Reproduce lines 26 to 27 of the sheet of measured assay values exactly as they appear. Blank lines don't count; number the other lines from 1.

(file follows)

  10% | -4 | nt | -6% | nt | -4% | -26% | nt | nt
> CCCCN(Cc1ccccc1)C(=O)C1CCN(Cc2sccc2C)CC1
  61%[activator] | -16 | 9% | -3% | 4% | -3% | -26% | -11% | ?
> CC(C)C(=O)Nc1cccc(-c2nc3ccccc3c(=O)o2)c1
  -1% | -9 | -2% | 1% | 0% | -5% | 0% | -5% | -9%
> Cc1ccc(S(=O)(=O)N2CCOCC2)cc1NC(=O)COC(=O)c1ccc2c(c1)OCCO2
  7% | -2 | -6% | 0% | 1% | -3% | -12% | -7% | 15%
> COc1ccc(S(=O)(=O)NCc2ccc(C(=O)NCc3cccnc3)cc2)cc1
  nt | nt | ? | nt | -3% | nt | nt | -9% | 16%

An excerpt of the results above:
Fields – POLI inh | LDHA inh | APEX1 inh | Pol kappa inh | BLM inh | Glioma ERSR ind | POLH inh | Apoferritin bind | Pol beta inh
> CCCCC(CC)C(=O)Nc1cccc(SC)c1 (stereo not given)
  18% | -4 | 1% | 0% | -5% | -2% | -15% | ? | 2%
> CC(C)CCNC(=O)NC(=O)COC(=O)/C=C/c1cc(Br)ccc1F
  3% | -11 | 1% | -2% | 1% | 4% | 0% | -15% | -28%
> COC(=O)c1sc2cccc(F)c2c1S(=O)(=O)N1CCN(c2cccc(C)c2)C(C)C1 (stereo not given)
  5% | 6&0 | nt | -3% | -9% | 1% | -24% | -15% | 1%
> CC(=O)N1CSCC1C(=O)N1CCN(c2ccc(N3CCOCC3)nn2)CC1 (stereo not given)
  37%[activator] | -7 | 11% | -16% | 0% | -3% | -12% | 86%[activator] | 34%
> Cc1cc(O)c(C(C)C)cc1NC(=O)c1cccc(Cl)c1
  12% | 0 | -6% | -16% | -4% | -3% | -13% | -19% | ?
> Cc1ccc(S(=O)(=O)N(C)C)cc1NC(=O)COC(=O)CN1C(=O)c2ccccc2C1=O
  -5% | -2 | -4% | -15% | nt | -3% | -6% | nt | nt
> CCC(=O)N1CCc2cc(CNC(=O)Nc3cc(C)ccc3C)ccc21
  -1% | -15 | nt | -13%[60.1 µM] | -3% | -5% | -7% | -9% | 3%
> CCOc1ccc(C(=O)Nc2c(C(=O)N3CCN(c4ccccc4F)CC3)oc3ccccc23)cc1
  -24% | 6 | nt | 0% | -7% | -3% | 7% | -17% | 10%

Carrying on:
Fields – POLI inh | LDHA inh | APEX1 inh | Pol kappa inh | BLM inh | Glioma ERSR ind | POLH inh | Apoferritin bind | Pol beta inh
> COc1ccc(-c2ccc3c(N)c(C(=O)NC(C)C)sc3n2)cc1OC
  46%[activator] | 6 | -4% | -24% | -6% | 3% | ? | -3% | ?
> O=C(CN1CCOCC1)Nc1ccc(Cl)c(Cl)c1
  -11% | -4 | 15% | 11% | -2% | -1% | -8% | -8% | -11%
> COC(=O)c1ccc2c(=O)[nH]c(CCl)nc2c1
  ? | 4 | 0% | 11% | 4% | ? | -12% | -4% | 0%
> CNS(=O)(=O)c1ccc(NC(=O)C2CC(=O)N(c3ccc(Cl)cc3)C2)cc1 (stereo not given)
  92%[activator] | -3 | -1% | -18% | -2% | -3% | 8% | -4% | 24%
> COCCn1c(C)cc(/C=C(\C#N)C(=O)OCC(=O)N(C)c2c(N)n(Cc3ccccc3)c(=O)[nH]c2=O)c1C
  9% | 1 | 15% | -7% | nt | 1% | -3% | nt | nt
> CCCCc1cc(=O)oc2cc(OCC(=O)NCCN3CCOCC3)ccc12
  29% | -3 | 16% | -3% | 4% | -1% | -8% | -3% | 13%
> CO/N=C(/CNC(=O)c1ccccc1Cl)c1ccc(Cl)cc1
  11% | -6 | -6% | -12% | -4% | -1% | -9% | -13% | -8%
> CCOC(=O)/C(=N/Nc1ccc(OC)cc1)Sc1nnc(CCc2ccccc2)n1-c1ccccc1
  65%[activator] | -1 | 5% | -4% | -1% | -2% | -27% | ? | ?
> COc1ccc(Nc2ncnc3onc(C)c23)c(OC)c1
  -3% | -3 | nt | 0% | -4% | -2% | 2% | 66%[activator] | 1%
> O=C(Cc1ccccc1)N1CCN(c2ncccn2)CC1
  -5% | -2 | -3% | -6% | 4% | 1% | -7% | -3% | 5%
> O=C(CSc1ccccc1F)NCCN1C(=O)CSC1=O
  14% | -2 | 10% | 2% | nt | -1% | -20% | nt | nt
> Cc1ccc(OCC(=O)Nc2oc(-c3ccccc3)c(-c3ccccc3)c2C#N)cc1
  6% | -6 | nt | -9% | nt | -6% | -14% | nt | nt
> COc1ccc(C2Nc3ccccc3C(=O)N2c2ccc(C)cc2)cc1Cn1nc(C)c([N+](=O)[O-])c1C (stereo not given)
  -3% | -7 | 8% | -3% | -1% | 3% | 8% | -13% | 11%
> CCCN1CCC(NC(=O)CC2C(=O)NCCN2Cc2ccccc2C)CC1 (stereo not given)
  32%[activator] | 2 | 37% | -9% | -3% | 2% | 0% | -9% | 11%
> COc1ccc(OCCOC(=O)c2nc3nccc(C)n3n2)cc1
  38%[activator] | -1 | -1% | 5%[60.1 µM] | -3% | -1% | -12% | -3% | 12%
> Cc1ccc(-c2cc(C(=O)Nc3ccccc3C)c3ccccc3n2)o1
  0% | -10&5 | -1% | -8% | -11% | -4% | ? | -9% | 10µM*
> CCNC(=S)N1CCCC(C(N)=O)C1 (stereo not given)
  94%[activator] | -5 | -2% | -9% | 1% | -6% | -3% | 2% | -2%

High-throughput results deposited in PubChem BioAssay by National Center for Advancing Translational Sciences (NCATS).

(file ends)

> CCOc1ccc(C(=O)Nc2c(C(=O)N3CCN(c4ccccc4F)CC3)oc3ccccc23)cc1
  -24% | 6 | nt | 0% | -7% | -3% | 7% | -17% | 10%